Loading...
No BYH to those who have been slamming the US mail, which will presently deliver a document to Alaska or Hawaii for .50...

Report's style condemns as much as its substance

APTOPIX Pennsylvania Dioceses Sex Abuse Investigation

Bishop Ronald Gainer of the Harrisburg Diocese arrives to celebrate mass at the Cathedral Church of Saint Patrick in Harrisburg, Pa., Friday, Aug. 17, 2018. Gainer is among church officials named in a grand jury report on rampant sexual abuse by Roman Catholic clergy.

Loading…

Wednesday, August 29, 2018

By and large, criminal complaints, affidavits and other documents prepared by law enforcement agencies are dry and poorly written.

They’re portentous, heavy on jargon and short on style, with one simple sentence following another monotonously. Even if rich in detail, getting through them can be a slog.

Not so the Pennsylvania grand jury report on sexual abuse of children in the Pittsburgh, Allentown, Erie, Greensburg, Harrisburg and Scranton dioceses. Echoing the format of a report another grand jury produced two years ago about sexual abuse in the Altoona-Johnstown Diocese, the 884-page document released Aug. 14 grabs readers from the very first sentence:

“We, the members of this grand jury, need you to hear this.”

What follows, as much of the nation knows by now, is a comprehensive account of the horrors perpetrated on children by men of the cloth over several decades. The graphic details of the crimes and scope of the church’s cover-ups are appalling.

But shock factor alone does not explain why the public reaction has been so visceral and why the report has resonated so strongly with so many. Presentation does. The report has a conversational, achingly honest tone that lays bare the misery of the victims, the heinousness of the crimes, the hypocrisy of a church that spurned the central tenets of its faith and a statute of limitations that now bars charges against most of the offenders.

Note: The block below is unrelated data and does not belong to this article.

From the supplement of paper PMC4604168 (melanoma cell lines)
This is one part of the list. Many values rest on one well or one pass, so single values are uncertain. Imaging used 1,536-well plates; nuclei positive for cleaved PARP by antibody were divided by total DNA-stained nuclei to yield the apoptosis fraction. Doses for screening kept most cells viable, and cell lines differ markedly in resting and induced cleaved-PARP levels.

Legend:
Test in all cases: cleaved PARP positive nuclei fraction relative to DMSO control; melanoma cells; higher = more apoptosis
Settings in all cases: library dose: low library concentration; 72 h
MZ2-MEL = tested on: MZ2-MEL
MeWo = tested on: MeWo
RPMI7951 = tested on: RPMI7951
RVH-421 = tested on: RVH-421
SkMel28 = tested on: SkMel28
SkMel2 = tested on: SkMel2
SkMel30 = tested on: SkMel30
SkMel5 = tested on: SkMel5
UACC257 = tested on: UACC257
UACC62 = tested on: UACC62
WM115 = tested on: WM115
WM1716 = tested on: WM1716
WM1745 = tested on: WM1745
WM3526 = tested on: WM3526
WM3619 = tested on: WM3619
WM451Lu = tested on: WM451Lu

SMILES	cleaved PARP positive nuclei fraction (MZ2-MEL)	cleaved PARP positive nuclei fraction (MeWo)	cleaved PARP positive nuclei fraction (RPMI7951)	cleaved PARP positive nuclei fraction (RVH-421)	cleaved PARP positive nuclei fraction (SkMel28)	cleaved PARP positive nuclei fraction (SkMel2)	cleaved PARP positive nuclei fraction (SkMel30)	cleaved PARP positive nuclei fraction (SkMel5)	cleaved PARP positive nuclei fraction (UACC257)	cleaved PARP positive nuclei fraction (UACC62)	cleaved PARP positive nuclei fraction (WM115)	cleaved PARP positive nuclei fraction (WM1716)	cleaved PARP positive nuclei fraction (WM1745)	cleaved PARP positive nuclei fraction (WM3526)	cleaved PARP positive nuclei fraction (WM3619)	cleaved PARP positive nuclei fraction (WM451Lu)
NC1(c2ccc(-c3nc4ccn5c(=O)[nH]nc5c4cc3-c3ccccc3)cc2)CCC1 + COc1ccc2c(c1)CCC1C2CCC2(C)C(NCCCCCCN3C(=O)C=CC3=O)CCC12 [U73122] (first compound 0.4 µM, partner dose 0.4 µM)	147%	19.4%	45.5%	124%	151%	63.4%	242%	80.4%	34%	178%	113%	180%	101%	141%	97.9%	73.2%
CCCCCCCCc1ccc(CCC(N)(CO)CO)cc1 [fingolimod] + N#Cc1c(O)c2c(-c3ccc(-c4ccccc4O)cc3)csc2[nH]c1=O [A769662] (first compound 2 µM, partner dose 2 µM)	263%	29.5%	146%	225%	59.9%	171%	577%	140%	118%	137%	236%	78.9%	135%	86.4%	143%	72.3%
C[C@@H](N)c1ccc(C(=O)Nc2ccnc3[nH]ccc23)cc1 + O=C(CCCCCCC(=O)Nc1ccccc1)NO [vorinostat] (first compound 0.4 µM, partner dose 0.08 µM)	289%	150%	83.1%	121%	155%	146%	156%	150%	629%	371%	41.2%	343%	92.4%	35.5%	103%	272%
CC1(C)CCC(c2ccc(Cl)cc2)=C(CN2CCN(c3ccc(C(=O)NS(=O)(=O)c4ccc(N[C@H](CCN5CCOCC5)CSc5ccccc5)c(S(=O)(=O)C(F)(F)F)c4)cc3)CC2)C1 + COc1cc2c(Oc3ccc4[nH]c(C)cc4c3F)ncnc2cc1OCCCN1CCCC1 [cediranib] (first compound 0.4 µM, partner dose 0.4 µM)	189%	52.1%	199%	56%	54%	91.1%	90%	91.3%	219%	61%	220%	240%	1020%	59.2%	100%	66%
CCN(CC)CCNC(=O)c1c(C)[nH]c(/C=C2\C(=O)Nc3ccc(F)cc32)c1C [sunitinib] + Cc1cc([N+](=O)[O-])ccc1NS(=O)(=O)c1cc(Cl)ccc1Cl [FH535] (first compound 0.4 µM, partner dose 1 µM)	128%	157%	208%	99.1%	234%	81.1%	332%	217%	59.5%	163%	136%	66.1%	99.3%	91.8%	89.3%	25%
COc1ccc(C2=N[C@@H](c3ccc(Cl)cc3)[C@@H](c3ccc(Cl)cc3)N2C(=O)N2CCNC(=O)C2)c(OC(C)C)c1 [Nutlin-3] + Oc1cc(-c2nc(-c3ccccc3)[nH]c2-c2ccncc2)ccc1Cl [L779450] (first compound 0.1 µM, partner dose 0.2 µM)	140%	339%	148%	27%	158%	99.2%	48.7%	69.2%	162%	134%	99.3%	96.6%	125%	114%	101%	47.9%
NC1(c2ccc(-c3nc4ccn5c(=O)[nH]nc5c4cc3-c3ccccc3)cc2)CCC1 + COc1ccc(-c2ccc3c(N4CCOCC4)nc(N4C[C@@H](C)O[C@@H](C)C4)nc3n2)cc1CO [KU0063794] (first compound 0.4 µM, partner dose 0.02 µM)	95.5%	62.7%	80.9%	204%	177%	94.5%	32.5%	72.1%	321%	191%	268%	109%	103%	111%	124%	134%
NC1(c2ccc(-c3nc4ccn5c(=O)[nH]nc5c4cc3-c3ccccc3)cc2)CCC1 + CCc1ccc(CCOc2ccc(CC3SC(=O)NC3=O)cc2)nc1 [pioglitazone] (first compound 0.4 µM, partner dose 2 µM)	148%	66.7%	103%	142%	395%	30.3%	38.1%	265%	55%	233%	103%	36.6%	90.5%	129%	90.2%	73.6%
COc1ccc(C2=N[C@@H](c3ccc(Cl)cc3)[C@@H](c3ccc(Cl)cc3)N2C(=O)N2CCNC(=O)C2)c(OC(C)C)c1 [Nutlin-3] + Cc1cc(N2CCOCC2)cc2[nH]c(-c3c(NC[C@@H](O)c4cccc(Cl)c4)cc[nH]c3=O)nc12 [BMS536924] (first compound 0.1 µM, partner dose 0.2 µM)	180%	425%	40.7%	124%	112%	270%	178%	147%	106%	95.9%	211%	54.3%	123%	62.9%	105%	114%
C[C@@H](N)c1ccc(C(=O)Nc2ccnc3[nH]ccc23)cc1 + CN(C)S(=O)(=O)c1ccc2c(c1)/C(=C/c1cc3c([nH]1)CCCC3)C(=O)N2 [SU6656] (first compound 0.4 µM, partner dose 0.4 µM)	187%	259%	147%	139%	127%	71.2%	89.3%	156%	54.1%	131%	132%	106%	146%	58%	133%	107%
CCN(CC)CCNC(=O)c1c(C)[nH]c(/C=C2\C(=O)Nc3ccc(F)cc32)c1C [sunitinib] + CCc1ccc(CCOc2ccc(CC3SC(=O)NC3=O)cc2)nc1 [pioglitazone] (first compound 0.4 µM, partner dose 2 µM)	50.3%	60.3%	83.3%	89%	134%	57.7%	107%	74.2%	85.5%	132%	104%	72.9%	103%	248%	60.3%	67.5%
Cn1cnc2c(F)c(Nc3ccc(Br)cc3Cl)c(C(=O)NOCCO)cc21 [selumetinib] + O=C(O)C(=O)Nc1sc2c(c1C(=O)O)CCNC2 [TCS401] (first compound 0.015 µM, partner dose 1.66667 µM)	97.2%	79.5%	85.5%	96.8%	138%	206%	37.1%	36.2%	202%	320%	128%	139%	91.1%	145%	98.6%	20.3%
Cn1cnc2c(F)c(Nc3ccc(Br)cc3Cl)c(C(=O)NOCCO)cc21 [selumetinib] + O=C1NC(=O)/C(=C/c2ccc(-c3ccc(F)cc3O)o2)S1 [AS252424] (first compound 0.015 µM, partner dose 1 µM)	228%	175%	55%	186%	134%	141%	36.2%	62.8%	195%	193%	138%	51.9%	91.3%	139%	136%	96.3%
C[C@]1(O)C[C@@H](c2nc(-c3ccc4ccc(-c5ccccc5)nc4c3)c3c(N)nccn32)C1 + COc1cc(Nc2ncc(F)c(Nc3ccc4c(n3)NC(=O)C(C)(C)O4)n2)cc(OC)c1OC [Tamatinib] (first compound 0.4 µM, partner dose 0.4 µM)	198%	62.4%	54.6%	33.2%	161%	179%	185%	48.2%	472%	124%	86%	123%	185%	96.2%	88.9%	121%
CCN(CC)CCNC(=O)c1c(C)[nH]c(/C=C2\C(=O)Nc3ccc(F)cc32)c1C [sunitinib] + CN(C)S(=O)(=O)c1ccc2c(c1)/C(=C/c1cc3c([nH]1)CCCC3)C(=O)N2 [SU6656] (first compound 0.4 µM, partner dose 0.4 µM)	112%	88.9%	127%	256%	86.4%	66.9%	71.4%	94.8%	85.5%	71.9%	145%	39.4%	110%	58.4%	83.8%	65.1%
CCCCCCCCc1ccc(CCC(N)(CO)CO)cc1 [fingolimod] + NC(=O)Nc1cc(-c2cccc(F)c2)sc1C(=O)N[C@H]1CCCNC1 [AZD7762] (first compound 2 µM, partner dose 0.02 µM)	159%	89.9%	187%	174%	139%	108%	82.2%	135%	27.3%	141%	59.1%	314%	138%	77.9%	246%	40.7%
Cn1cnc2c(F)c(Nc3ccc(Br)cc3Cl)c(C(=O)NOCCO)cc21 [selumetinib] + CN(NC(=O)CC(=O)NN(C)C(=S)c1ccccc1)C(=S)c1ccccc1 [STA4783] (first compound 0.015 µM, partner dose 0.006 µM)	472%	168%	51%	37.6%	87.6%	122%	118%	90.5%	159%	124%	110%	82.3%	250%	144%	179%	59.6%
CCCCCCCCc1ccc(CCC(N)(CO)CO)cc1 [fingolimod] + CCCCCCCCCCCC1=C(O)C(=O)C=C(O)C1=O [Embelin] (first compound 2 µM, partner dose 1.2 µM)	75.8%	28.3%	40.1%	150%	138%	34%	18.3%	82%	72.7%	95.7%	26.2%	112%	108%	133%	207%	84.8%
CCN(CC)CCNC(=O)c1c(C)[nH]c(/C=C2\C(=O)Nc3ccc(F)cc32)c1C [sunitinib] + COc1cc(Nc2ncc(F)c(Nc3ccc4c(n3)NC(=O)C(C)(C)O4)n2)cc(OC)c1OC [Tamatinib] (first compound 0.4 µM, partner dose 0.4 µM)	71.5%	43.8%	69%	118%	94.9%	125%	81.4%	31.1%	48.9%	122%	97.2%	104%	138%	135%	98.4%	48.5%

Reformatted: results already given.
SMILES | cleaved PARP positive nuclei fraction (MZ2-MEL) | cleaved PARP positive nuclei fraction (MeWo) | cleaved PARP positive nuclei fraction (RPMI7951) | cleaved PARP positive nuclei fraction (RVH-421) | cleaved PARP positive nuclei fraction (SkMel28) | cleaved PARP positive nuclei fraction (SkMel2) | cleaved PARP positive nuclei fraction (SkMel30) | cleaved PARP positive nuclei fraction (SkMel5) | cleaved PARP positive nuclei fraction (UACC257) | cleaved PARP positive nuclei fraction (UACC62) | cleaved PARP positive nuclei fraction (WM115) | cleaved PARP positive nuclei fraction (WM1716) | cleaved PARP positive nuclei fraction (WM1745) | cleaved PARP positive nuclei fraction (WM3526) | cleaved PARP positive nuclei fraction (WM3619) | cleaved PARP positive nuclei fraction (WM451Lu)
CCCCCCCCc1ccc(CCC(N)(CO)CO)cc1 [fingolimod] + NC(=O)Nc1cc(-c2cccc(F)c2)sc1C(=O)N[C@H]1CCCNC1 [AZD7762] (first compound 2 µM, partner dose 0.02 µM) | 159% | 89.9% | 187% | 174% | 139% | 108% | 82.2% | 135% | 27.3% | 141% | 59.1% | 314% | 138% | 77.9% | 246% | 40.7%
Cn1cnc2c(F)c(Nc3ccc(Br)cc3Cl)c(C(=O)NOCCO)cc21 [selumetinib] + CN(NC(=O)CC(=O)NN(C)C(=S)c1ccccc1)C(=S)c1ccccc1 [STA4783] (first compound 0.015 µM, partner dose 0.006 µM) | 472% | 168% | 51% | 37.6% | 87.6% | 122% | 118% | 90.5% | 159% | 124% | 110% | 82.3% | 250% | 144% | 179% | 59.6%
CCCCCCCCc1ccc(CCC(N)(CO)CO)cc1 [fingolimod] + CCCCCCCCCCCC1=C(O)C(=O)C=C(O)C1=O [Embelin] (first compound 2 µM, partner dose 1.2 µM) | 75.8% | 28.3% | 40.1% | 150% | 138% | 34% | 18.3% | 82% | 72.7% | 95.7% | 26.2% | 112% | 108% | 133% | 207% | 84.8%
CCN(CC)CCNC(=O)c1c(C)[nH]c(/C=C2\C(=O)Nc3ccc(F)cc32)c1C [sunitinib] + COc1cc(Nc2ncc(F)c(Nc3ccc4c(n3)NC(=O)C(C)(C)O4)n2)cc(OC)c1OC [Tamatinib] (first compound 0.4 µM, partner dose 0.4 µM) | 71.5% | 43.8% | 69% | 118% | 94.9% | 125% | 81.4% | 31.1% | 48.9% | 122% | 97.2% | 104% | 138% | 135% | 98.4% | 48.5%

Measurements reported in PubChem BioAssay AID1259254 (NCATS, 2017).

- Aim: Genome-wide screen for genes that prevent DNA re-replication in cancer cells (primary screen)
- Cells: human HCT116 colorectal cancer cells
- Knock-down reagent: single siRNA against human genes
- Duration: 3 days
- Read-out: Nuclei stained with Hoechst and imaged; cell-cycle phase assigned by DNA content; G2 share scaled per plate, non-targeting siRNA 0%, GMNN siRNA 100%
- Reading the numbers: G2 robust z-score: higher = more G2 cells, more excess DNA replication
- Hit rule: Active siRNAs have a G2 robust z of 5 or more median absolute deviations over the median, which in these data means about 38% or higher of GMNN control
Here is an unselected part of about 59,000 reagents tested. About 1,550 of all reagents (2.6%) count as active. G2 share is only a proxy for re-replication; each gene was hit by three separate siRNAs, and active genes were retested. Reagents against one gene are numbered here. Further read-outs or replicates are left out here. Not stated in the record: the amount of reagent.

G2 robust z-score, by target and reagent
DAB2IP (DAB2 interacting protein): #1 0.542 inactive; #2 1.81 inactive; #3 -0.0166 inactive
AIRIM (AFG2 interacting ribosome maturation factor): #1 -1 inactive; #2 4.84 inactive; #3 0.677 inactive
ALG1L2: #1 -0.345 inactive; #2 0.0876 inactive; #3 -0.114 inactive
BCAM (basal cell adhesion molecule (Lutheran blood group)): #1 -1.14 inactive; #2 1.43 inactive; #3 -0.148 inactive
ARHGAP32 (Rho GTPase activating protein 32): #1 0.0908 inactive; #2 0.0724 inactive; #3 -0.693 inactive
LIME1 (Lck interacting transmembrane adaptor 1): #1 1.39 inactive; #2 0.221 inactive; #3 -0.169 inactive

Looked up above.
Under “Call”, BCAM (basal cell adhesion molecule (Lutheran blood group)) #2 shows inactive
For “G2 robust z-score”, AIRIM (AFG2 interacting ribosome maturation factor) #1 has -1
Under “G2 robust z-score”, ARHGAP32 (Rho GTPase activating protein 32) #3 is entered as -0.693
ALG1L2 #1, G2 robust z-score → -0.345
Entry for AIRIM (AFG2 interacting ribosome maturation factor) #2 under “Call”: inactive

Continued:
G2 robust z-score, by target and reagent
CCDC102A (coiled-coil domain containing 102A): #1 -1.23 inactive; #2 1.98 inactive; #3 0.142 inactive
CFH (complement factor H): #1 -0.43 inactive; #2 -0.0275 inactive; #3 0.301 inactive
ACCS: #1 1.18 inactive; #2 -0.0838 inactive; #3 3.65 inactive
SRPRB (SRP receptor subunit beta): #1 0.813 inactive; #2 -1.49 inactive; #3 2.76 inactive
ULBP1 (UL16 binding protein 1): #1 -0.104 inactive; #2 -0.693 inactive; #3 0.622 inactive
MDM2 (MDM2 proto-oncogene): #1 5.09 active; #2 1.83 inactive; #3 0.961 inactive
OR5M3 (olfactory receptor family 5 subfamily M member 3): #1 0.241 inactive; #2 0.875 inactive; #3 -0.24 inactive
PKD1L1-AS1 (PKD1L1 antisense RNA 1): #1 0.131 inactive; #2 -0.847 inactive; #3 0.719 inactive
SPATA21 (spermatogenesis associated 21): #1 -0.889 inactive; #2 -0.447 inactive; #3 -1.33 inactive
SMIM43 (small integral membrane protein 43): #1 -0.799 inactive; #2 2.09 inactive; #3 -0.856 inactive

“We are sick over all the crimes that will go unpunished and uncompensated,” the grand jury says. “This report is our only recourse. We are going to name their names and describe what they did — both the sex offenders and those who concealed them. We are going to shine a light on their conduct, because that is what the victims deserve. And we are going to make our recommendations for how the laws should change so that maybe no one will have to conduct another inquiry like this one.”

While officially the product of the grand jury, the document was written largely by a team from the criminal division of the state attorney general’s office. Attorney General Josh Shapiro was among the drafters and editors.

The report is free of jargon. It minces no words and pulls no punches, with some criticism leveled at law enforcement officials who failed to pursue allegations of abuse over the years and “left children without their rightful civic watchdogs.”

It personalizes the crimes and connects readers to the victims, introducing 68-year-old Julianne, assaulted when she was 14; Joe, who waited 55 years to tell the grand jury about the “naked, masturbating priest who told him to take off his pants and get into bed"; and Bob, 83, who “can’t bear to be touched by a man, not even to shake hands or to hug his own sons,” because of what happened to him long ago.

During an investigation that spanned two years, the grand jurors reviewed half a million pages of diocesan documents. They were a trove of evidence and a source of nefarious turns of phrase — “circle of secrecy” and “secret archive,” for example — that added heft to the grand jury’s report.

The groundswell of anger the report engendered creates an atmosphere ripe for change. The grand jury’s proposals to expand civil liability and end the statute of limitations for certain sexual offenses can be fodder for informed public discussion largely because the grand jury presented its findings as a compelling narrative in which anger, sadness and passion for change leap from the pages.